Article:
In a league that seems to start and stop at Tom Brady when it comes to the “greatest quarterback” discussion, Brees’ standing is an uphill argument. He raised eyebrows Sunday, showing he can still carry an offense. He can still make it look Super Bowl-worthy when it’s squarely on his shoulders. So much so that the rest of the team around him looks capable of going on a little redemption tour against three of the five opponents that beat the Saints this season. Starting next week against the Minnesota Vikings; possibly extending to meet the Atlanta Falcons in the NFC title game (should Atlanta make it); and then, if the stars align, potentially meeting Brady and the Patriots in the Super Bowl – in what would be a dream quarterback matchup for the NFL, pitting two of the most iconic stars in league history against each other.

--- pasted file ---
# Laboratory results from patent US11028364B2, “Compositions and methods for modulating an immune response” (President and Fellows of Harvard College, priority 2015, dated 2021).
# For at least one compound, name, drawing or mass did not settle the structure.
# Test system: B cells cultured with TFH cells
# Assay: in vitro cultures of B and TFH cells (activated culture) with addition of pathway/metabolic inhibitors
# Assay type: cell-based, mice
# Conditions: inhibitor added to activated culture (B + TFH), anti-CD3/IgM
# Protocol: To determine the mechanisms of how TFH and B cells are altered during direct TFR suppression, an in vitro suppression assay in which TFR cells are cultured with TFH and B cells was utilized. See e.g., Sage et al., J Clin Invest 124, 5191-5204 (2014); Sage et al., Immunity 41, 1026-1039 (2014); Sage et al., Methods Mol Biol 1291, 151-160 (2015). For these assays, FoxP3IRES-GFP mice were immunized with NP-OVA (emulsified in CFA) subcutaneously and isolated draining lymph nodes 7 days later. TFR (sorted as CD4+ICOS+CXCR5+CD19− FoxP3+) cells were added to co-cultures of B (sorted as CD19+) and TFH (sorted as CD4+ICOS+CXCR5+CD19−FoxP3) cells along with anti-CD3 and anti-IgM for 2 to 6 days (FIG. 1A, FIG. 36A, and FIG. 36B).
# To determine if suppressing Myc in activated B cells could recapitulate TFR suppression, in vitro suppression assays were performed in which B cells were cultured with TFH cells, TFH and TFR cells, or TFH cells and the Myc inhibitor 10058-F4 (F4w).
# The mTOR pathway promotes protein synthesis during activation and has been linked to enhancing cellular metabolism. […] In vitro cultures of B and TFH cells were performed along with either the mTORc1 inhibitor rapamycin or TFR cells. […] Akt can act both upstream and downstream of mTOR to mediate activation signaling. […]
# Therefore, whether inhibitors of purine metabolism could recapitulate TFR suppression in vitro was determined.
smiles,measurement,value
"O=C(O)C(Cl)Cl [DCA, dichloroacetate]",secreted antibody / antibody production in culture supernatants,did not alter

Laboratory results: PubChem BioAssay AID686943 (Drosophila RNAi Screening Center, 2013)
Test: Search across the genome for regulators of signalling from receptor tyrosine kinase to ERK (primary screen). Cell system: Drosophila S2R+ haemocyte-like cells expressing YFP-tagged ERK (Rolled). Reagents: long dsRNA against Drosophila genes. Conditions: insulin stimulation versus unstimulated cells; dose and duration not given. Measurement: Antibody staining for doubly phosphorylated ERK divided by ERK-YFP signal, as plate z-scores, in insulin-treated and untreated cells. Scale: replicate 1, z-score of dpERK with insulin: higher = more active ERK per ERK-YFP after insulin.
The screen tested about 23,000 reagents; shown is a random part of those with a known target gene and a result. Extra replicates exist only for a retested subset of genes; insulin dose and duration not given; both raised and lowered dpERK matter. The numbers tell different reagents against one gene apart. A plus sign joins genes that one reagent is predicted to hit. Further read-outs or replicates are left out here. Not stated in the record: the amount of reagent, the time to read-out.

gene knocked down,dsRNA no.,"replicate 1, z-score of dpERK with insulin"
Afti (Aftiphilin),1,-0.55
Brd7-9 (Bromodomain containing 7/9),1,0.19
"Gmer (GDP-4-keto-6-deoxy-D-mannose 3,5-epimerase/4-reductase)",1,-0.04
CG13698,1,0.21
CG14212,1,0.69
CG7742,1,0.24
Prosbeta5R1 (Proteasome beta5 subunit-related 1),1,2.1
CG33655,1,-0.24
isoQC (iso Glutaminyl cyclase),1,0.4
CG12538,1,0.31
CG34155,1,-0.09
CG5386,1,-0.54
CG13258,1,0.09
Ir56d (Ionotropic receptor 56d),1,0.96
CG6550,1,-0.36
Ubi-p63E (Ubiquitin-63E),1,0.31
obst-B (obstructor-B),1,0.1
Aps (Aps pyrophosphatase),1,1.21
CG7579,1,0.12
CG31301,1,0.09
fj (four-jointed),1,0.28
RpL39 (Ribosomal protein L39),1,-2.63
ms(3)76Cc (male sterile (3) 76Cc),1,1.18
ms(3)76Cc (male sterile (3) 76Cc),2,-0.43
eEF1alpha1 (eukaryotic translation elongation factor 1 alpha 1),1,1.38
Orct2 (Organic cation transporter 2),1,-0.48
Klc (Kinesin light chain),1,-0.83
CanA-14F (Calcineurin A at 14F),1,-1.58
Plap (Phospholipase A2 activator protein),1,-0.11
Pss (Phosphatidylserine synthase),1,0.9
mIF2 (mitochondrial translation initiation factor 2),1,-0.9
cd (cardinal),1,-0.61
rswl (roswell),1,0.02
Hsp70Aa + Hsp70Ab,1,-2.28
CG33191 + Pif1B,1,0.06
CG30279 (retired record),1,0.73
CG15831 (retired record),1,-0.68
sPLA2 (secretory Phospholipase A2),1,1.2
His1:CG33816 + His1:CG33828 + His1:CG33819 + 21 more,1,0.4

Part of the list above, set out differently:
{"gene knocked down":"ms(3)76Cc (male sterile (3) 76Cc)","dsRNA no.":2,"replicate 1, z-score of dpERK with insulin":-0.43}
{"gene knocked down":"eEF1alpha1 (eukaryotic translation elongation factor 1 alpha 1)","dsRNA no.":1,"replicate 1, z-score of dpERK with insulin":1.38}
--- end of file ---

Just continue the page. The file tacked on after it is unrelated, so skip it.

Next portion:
That would also cap one of the league’s most remarkable micro-rebuilds, after three consecutive 7-9 seasons that had New Orleans looking more like a franchise on the verge of a reboot than a postseason run. But as great as the soon-to-be 39-year-old Brees looks, the story of this Saints team remains the personnel revamp that has taken place since the hiring of assistant general manager Jeff Ireland in 2015. And you could see it all over the field against the Panthers.

Running back Alvin Kamara, who scored a TD in Sunday’s Saints victory, proved to be a great find in the 2017 NFL draft. (AP)
Running back Alvin Kamara, who scored a TD in Sunday’s Saints victory, proved to be a great find in the 2017 NFL draft. (AP)